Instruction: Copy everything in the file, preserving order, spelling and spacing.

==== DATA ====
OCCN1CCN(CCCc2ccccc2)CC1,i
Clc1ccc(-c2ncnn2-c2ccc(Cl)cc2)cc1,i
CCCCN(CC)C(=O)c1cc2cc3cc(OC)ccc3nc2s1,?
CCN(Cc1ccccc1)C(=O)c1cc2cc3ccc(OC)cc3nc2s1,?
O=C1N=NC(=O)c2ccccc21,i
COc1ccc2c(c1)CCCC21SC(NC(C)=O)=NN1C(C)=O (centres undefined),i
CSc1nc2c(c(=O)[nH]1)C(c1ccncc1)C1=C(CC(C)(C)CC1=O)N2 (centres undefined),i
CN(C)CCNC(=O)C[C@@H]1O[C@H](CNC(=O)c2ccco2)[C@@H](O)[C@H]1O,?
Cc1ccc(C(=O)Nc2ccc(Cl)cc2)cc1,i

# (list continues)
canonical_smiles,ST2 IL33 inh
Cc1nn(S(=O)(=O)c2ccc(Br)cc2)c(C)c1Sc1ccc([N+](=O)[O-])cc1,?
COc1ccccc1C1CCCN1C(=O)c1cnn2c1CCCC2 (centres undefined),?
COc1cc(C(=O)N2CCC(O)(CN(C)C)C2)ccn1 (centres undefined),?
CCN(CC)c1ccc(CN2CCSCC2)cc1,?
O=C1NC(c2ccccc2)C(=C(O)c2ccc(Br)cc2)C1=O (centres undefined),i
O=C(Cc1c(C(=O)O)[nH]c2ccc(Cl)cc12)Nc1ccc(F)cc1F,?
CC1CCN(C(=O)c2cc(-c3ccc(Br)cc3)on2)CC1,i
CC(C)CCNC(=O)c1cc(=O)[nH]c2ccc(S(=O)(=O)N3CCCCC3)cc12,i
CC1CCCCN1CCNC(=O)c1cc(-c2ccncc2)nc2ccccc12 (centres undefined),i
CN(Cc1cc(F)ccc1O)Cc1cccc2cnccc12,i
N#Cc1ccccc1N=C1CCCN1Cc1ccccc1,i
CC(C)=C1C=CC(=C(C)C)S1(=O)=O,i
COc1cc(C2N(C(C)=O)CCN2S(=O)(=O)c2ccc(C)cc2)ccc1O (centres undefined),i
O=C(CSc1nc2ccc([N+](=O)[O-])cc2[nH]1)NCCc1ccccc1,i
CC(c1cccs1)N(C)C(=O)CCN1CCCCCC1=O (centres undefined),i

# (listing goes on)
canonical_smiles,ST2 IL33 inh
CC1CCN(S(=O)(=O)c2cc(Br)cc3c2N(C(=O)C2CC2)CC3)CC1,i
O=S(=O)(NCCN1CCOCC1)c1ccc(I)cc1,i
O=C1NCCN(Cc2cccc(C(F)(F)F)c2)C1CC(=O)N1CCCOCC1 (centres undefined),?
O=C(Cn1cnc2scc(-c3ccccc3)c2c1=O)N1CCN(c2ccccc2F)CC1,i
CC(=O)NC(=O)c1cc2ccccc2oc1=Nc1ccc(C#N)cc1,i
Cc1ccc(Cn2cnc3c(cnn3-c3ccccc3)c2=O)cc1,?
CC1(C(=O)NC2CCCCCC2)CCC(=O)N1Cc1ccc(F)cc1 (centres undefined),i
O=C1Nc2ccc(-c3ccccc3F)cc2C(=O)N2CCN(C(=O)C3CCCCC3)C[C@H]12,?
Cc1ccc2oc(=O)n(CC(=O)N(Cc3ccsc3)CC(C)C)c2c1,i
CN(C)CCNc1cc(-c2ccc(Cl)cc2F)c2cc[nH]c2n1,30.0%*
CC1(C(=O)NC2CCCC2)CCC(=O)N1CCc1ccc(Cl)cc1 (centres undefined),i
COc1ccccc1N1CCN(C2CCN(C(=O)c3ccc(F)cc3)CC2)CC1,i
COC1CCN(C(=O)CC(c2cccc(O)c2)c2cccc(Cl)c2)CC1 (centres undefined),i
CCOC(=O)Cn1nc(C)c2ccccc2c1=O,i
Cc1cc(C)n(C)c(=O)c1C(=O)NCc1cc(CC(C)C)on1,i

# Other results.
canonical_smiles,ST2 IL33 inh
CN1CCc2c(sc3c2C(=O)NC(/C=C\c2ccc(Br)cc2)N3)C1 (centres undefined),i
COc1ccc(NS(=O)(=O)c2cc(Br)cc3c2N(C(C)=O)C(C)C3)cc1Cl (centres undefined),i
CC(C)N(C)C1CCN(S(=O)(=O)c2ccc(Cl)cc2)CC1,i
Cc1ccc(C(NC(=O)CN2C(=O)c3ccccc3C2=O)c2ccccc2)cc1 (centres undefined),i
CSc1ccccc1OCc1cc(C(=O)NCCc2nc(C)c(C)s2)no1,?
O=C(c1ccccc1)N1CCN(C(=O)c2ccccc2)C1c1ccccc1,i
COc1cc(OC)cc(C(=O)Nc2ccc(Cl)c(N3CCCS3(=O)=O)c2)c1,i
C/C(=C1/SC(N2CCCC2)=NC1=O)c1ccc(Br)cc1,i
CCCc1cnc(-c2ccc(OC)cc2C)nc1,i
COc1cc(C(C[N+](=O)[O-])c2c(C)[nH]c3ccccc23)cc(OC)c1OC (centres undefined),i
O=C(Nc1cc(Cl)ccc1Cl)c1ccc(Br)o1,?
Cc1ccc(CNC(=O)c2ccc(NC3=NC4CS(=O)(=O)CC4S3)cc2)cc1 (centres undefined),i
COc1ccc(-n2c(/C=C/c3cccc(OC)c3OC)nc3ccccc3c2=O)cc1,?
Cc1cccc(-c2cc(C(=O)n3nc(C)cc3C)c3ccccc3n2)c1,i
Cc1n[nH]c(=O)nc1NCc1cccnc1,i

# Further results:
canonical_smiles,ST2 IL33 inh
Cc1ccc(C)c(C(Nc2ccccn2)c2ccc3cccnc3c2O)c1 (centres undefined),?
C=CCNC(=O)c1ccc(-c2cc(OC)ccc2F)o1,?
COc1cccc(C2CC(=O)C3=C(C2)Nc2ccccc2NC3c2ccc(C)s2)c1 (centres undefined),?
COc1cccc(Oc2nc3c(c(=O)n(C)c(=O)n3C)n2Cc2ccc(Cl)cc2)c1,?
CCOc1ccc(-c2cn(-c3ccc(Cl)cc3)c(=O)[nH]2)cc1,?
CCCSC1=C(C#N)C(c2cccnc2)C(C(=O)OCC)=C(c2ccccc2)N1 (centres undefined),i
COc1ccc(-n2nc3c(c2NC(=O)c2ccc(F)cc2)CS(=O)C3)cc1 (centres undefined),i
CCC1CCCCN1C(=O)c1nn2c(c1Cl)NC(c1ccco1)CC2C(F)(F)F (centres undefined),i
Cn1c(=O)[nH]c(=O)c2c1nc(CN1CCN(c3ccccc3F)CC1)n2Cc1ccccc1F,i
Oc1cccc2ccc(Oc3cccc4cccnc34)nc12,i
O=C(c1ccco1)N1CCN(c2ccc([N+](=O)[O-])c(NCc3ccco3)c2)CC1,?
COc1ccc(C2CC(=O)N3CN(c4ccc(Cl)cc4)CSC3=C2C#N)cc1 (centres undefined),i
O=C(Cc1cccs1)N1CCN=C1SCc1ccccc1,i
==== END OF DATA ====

OCCN1CCN(CCCc2ccccc2)CC1,i
Clc1ccc(-c2ncnn2-c2ccc(Cl)cc2)cc1,i
CCCCN(CC)C(=O)c1cc2cc3cc(OC)ccc3nc2s1,?
CCN(Cc1ccccc1)C(=O)c1cc2cc3ccc(OC)cc3nc2s1,?
O=C1N=NC(=O)c2ccccc21,i
COc1ccc2c(c1)CCCC21SC(NC(C)=O)=NN1C(C)=O (centres undefined),i
CSc1nc2c(c(=O)[nH]1)C(c1ccncc1)C1=C(CC(C)(C)CC1=O)N2 (centres undefined),i
CN(C)CCNC(=O)C[C@@H]1O[C@H](CNC(=O)c2ccco2)[C@@H](O)[C@H]1O,?
Cc1ccc(C(=O)Nc2ccc(Cl)cc2)cc1,i

# (list continues)
canonical_smiles,ST2 IL33 inh
Cc1nn(S(=O)(=O)c2ccc(Br)cc2)c(C)c1Sc1ccc([N+](=O)[O-])cc1,?
COc1ccccc1C1CCCN1C(=O)c1cnn2c1CCCC2 (centres undefined),?
COc1cc(C(=O)N2CCC(O)(CN(C)C)C2)ccn1 (centres undefined),?
CCN(CC)c1ccc(CN2CCSCC2)cc1,?
O=C1NC(c2ccccc2)C(=C(O)c2ccc(Br)cc2)C1=O (centres undefined),i
O=C(Cc1c(C(=O)O)[nH]c2ccc(Cl)cc12)Nc1ccc(F)cc1F,?
CC1CCN(C(=O)c2cc(-c3ccc(Br)cc3)on2)CC1,i
CC(C)CCNC(=O)c1cc(=O)[nH]c2ccc(S(=O)(=O)N3CCCCC3)cc12,i
CC1CCCCN1CCNC(=O)c1cc(-c2ccncc2)nc2ccccc12 (centres undefined),i
CN(Cc1cc(F)ccc1O)Cc1cccc2cnccc12,i
N#Cc1ccccc1N=C1CCCN1Cc1ccccc1,i
CC(C)=C1C=CC(=C(C)C)S1(=O)=O,i
COc1cc(C2N(C(C)=O)CCN2S(=O)(=O)c2ccc(C)cc2)ccc1O (centres undefined),i
O=C(CSc1nc2ccc([N+](=O)[O-])cc2[nH]1)NCCc1ccccc1,i
CC(c1cccs1)N(C)C(=O)CCN1CCCCCC1=O (centres undefined),i

# (listing goes on)
canonical_smiles,ST2 IL33 inh
CC1CCN(S(=O)(=O)c2cc(Br)cc3c2N(C(=O)C2CC2)CC3)CC1,i
O=S(=O)(NCCN1CCOCC1)c1ccc(I)cc1,i
O=C1NCCN(Cc2cccc(C(F)(F)F)c2)C1CC(=O)N1CCCOCC1 (centres undefined),?
O=C(Cn1cnc2scc(-c3ccccc3)c2c1=O)N1CCN(c2ccccc2F)CC1,i
CC(=O)NC(=O)c1cc2ccccc2oc1=Nc1ccc(C#N)cc1,i
Cc1ccc(Cn2cnc3c(cnn3-c3ccccc3)c2=O)cc1,?
CC1(C(=O)NC2CCCCCC2)CCC(=O)N1Cc1ccc(F)cc1 (centres undefined),i
O=C1Nc2ccc(-c3ccccc3F)cc2C(=O)N2CCN(C(=O)C3CCCCC3)C[C@H]12,?
Cc1ccc2oc(=O)n(CC(=O)N(Cc3ccsc3)CC(C)C)c2c1,i
CN(C)CCNc1cc(-c2ccc(Cl)cc2F)c2cc[nH]c2n1,30.0%*
CC1(C(=O)NC2CCCC2)CCC(=O)N1CCc1ccc(Cl)cc1 (centres undefined),i
COc1ccccc1N1CCN(C2CCN(C(=O)c3ccc(F)cc3)CC2)CC1,i
COC1CCN(C(=O)CC(c2cccc(O)c2)c2cccc(Cl)c2)CC1 (centres undefined),i
CCOC(=O)Cn1nc(C)c2ccccc2c1=O,i
Cc1cc(C)n(C)c(=O)c1C(=O)NCc1cc(CC(C)C)on1,i

# Other results.
canonical_smiles,ST2 IL33 inh
CN1CCc2c(sc3c2C(=O)NC(/C=C\c2ccc(Br)cc2)N3)C1 (centres undefined),i
COc1ccc(NS(=O)(=O)c2cc(Br)cc3c2N(C(C)=O)C(C)C3)cc1Cl (centres undefined),i
CC(C)N(C)C1CCN(S(=O)(=O)c2ccc(Cl)cc2)CC1,i
Cc1ccc(C(NC(=O)CN2C(=O)c3ccccc3C2=O)c2ccccc2)cc1 (centres undefined),i
CSc1ccccc1OCc1cc(C(=O)NCCc2nc(C)c(C)s2)no1,?
O=C(c1ccccc1)N1CCN(C(=O)c2ccccc2)C1c1ccccc1,i
COc1cc(OC)cc(C(=O)Nc2ccc(Cl)c(N3CCCS3(=O)=O)c2)c1,i
C/C(=C1/SC(N2CCCC2)=NC1=O)c1ccc(Br)cc1,i
CCCc1cnc(-c2ccc(OC)cc2C)nc1,i
COc1cc(C(C[N+](=O)[O-])c2c(C)[nH]c3ccccc23)cc(OC)c1OC (centres undefined),i
O=C(Nc1cc(Cl)ccc1Cl)c1ccc(Br)o1,?
Cc1ccc(CNC(=O)c2ccc(NC3=NC4CS(=O)(=O)CC4S3)cc2)cc1 (centres undefined),i
COc1ccc(-n2c(/C=C/c3cccc(OC)c3OC)nc3ccccc3c2=O)cc1,?
Cc1cccc(-c2cc(C(=O)n3nc(C)cc3C)c3ccccc3n2)c1,i
Cc1n[nH]c(=O)nc1NCc1cccnc1,i

# Further results:
canonical_smiles,ST2 IL33 inh
Cc1ccc(C)c(C(Nc2ccccn2)c2ccc3cccnc3c2O)c1 (centres undefined),?
C=CCNC(=O)c1ccc(-c2cc(OC)ccc2F)o1,?
COc1cccc(C2CC(=O)C3=C(C2)Nc2ccccc2NC3c2ccc(C)s2)c1 (centres undefined),?
COc1cccc(Oc2nc3c(c(=O)n(C)c(=O)n3C)n2Cc2ccc(Cl)cc2)c1,?
CCOc1ccc(-c2cn(-c3ccc(Cl)cc3)c(=O)[nH]2)cc1,?
CCCSC1=C(C#N)C(c2cccnc2)C(C(=O)OCC)=C(c2ccccc2)N1 (centres undefined),i
COc1ccc(-n2nc3c(c2NC(=O)c2ccc(F)cc2)CS(=O)C3)cc1 (centres undefined),i
CCC1CCCCN1C(=O)c1nn2c(c1Cl)NC(c1ccco1)CC2C(F)(F)F (centres undefined),i
Cn1c(=O)[nH]c(=O)c2c1nc(CN1CCN(c3ccccc3F)CC1)n2Cc1ccccc1F,i
Oc1cccc2ccc(Oc3cccc4cccnc34)nc12,i
O=C(c1ccco1)N1CCN(c2ccc([N+](=O)[O-])c(NCc3ccco3)c2)CC1,?
COc1ccc(C2CC(=O)N3CN(c4ccc(Cl)cc4)CSC3=C2C#N)cc1 (centres undefined),i
O=C(Cc1cccs1)N1CCN=C1SCc1ccccc1,i